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The likely impact of elevated [CO2], nitrogen deposition, increased temperature and management on carbon sequestration in temperate and boreal forest ecosystems: a literature review

Forskningsöversiktsartikel
Författare R. Hyvonen
G. I. Agren
S. Linder
T. Persson
M. F. Cotrufo
A. Ekblad
M. Freeman
A. Grelle
I. A. Janssens
P. G. Jarvis
S. Kellomaki
A. Lindroth
D. Loustau
T. Lundmark
R. J. Norby
R. Oren
K. Pilegaard
M. G. Ryan
B. D. Sigurdsson
M. Stromgren
M. van Oijen
Göran Wallin
Publicerad i New Phytologist
Volym 173
Nummer/häfte 3
Sidor 463-480
ISSN 0028-646X
Publiceringsår 2007
Publicerad vid Institutionen för växt- och miljövetenskaper
Sidor 463-480
Språk en
Länkar <Go to ISI>://000243478900005
Ämnesord carbon balance, carbon dioxide (CO2), climate change, fertilization, global warming, SOIL ORGANIC-MATTER, LEAF-LITTER DECOMPOSITION, GROSS PRIMARY PRODUCTION, NET PRIMARY PRODUCTION, FOREST, FINE-ROOT PRODUCTION, ATMOSPHERIC CO2
Ämneskategorier Botanik, Terrestrisk ekologi, Växtproduktion, Markvetenskap

Sammanfattning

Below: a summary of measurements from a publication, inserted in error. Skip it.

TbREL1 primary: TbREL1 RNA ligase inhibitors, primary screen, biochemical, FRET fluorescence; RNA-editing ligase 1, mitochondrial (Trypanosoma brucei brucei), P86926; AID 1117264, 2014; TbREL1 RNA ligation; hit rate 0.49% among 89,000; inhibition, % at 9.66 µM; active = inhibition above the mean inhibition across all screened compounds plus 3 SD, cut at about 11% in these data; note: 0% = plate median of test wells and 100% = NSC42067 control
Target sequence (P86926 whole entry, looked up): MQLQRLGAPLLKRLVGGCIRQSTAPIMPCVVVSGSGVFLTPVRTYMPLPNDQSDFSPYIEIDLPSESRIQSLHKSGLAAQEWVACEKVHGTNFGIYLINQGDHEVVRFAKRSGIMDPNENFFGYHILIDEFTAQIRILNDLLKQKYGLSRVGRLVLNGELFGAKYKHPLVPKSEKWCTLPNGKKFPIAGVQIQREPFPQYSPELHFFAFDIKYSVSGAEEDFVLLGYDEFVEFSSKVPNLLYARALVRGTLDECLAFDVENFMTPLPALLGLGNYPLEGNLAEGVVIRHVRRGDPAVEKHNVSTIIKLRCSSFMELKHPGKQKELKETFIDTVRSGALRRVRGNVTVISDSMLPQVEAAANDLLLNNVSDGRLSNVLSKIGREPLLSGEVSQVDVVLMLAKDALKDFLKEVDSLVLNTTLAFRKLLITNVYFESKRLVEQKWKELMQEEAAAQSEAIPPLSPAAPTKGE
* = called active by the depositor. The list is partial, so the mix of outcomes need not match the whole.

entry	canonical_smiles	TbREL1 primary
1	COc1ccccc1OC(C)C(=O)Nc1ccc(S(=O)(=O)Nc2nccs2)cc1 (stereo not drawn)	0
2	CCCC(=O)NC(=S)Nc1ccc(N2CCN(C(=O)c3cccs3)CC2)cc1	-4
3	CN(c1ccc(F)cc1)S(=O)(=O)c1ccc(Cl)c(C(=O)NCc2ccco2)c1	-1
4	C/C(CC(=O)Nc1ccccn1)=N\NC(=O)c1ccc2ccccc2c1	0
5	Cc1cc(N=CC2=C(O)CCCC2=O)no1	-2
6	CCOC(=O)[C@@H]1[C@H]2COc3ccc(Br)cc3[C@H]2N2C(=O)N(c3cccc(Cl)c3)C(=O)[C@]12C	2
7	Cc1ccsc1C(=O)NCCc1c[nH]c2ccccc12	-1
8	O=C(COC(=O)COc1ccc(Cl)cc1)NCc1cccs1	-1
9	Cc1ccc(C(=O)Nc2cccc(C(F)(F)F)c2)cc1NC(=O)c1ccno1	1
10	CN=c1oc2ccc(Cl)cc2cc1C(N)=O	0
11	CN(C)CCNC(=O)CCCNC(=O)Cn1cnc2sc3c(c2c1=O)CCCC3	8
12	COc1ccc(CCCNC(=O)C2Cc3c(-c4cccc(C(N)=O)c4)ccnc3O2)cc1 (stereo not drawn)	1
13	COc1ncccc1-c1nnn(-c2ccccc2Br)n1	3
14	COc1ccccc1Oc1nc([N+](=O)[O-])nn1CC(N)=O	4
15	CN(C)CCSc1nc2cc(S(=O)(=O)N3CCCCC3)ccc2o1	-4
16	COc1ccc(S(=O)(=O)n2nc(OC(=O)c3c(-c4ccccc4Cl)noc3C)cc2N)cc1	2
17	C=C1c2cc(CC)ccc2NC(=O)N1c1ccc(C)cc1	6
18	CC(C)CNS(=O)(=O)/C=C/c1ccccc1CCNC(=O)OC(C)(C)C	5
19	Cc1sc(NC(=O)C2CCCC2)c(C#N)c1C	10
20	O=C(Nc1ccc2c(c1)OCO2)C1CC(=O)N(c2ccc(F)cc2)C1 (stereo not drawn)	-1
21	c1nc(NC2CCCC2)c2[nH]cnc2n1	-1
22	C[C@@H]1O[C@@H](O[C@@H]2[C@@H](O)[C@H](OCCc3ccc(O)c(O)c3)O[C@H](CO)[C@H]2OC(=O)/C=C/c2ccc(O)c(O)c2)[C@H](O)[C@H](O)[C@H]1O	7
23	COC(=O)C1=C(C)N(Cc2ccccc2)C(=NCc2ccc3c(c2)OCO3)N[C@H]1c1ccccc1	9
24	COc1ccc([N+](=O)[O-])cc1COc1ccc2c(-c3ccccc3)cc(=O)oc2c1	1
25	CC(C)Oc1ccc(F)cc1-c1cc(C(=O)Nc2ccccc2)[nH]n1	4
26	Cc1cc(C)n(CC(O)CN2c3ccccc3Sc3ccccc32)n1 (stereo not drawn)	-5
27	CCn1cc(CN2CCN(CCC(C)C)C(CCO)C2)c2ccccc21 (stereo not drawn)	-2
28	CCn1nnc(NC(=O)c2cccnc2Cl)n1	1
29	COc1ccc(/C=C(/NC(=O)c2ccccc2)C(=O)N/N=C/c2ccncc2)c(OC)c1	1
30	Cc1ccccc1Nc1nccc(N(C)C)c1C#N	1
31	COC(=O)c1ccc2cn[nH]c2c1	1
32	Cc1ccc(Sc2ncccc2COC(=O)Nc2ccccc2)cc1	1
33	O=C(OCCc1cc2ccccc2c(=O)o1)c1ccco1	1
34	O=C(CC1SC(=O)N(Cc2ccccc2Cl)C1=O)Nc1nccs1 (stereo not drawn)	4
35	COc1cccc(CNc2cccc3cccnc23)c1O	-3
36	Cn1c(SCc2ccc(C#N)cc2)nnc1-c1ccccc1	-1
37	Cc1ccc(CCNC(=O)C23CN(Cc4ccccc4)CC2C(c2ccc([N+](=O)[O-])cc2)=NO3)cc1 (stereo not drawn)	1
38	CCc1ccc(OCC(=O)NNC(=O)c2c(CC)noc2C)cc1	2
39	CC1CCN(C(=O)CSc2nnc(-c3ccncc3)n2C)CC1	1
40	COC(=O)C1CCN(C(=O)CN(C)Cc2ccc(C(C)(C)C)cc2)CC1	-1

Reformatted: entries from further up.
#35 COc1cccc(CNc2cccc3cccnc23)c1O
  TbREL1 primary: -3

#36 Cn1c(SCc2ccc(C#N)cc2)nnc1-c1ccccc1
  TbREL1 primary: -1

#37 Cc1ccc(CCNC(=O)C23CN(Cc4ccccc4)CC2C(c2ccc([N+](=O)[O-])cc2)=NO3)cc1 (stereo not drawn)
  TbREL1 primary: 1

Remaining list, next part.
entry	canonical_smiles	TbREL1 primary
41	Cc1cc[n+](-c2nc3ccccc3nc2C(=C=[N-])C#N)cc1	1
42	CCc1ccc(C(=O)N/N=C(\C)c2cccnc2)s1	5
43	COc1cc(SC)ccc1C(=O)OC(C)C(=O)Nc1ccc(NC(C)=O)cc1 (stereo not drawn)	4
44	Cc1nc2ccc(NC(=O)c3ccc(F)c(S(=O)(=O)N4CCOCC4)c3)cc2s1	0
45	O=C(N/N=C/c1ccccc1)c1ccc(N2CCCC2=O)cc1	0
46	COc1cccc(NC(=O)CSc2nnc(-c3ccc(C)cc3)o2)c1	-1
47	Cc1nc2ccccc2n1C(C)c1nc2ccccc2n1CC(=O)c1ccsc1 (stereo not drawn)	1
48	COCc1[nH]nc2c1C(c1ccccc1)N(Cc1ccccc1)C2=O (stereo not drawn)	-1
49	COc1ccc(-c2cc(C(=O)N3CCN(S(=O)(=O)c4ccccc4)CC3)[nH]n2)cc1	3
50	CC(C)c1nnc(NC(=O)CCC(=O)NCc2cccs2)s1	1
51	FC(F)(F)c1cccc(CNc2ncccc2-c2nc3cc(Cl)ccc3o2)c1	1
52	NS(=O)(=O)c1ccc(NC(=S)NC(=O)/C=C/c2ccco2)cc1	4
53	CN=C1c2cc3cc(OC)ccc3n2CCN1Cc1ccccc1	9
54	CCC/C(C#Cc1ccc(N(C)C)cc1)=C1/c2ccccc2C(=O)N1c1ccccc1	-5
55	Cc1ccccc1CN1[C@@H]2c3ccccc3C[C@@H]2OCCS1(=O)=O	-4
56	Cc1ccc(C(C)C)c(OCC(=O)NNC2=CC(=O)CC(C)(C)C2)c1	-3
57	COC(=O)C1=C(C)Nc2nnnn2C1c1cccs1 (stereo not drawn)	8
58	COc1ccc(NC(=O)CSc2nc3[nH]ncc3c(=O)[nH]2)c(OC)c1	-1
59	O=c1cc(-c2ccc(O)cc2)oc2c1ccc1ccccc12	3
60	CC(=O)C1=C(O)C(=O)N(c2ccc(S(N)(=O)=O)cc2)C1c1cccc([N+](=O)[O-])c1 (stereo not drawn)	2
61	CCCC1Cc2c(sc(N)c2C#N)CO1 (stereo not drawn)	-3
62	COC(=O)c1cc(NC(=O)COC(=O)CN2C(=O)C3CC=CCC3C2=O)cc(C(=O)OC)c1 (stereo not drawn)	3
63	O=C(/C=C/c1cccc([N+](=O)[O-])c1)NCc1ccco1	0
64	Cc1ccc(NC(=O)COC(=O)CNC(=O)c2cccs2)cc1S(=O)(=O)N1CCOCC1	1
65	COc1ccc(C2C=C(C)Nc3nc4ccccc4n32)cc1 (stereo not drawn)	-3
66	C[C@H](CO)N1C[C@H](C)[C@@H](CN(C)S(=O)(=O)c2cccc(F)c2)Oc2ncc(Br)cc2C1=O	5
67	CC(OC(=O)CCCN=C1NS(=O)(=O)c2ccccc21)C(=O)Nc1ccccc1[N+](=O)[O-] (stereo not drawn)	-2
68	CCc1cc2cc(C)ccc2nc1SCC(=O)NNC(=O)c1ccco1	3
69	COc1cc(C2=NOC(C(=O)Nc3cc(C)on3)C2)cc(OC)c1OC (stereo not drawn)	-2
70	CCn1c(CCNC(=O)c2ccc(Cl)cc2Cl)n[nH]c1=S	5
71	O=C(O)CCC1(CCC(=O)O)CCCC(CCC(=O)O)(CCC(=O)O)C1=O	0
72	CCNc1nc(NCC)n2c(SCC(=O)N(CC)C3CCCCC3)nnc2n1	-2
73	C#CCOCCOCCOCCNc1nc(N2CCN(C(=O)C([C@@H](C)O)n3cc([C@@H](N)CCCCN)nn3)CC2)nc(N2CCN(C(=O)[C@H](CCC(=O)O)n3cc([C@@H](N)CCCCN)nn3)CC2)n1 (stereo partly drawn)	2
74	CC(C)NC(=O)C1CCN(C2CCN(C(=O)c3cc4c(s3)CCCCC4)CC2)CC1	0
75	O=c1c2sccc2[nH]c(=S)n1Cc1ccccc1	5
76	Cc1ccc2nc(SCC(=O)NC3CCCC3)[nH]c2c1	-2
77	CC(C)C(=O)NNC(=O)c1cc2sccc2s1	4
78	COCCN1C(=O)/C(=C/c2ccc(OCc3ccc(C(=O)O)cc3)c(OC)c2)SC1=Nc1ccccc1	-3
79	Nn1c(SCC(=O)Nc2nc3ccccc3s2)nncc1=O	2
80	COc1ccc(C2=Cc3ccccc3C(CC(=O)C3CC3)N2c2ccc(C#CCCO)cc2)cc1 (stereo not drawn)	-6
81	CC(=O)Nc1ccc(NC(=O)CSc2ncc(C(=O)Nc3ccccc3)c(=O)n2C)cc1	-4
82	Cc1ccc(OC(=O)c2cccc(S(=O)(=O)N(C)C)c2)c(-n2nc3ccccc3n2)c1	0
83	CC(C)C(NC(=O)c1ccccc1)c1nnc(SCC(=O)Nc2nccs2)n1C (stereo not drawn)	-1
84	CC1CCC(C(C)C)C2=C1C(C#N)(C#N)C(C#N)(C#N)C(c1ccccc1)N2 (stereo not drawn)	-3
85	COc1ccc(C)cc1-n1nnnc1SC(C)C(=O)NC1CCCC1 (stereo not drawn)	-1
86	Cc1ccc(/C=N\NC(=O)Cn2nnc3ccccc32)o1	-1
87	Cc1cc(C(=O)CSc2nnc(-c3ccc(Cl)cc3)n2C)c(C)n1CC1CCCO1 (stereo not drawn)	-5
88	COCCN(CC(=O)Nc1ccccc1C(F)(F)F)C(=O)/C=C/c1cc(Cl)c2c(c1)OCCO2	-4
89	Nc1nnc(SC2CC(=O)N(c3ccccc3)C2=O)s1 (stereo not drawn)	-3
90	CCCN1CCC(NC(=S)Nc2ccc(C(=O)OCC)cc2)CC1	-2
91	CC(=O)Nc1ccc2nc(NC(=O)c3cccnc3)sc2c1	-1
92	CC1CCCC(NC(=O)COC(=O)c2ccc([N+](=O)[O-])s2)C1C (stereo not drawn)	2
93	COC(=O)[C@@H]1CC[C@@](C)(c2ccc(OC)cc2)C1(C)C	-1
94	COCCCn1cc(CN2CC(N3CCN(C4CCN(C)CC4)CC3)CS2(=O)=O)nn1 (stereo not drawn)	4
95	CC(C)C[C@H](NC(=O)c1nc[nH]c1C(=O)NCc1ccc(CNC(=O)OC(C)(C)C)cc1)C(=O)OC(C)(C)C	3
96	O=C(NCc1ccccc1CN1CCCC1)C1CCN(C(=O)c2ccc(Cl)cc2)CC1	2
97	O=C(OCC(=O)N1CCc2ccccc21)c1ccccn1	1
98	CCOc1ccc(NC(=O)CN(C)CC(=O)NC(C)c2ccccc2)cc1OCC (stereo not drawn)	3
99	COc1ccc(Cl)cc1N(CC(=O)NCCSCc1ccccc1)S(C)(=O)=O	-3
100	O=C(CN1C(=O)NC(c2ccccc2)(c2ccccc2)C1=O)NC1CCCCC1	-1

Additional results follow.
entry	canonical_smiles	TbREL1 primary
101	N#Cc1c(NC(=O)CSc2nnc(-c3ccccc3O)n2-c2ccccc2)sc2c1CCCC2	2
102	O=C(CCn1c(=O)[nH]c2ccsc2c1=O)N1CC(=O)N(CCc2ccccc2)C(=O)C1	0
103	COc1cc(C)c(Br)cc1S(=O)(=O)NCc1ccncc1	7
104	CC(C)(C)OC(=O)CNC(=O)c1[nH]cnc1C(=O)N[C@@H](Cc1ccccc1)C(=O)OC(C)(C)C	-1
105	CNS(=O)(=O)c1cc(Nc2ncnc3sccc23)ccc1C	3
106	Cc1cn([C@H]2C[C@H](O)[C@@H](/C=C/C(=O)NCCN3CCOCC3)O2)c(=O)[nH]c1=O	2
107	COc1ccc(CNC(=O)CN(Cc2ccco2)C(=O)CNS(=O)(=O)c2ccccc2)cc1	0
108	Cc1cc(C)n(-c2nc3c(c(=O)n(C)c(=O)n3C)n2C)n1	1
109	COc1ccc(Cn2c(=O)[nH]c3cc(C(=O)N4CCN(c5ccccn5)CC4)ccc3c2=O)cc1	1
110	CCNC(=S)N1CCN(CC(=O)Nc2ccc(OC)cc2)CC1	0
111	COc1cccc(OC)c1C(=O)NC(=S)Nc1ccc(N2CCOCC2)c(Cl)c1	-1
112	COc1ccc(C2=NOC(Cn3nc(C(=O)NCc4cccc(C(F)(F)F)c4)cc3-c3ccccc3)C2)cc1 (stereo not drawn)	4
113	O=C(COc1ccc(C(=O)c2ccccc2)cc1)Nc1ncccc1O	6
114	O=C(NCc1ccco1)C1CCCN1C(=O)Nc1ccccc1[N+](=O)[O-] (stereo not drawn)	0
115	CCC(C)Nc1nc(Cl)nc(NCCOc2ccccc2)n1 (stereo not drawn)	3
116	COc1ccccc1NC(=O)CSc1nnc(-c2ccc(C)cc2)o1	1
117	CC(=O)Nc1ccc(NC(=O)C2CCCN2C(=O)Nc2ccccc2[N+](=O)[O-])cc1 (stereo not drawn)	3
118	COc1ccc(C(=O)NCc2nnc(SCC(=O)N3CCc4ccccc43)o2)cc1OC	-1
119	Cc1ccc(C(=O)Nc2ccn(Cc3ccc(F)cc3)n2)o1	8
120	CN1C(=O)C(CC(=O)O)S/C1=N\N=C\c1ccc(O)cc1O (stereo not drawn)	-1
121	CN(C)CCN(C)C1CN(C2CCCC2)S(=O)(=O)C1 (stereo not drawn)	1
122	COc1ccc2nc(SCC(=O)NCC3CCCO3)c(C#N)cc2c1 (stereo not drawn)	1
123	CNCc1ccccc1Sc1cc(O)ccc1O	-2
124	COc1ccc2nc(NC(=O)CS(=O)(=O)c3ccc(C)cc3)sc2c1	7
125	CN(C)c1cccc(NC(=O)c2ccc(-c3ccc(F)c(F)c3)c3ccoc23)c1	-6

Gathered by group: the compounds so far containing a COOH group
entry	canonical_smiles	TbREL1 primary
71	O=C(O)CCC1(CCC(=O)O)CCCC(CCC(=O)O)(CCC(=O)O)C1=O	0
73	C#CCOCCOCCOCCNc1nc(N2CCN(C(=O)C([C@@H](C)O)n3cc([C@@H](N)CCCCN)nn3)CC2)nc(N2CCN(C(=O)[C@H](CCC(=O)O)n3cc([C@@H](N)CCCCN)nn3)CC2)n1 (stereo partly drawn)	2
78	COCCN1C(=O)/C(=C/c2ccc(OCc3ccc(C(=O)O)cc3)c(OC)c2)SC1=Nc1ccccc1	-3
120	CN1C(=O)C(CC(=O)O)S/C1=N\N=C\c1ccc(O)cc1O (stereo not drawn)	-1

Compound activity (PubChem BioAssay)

Temperate and boreal forest ecosystems contain a large part of the carbon stored on land, in the form of both biomass and soil organic matter. Increasing atmospheric [CO2], increasing temperature, elevated nitrogen deposition and intensified management will change this C store. Well documented single-factor responses of net primary production are: higher photosynthetic rate (the main [CO2] response); increasing length of growing season (the main temperature response); and higher leaf-area index (the main N deposition and partly [CO2] response). Soil organic matter will increase with increasing litter input, although priming may decrease the soil C stock initially, but litter quality effects should be minimal (response to [CO2], N deposition, and temperature); will decrease because of increasing temperature; and will increase because of retardation of decomposition with N deposition, although the rate of decomposition of high-quality litter can be increased and that of low-quality litter decreased. Single-factor responses can be misleading because of interactions between factors, in particular those between N and other factors, and indirect effects such as increased N availability from temperature-induced decomposition. In the long term the strength of feedbacks, for example the increasing demand for N from increased growth, will dominate over short-term responses to single factors. However, management has considerable potential for controlling the C store.

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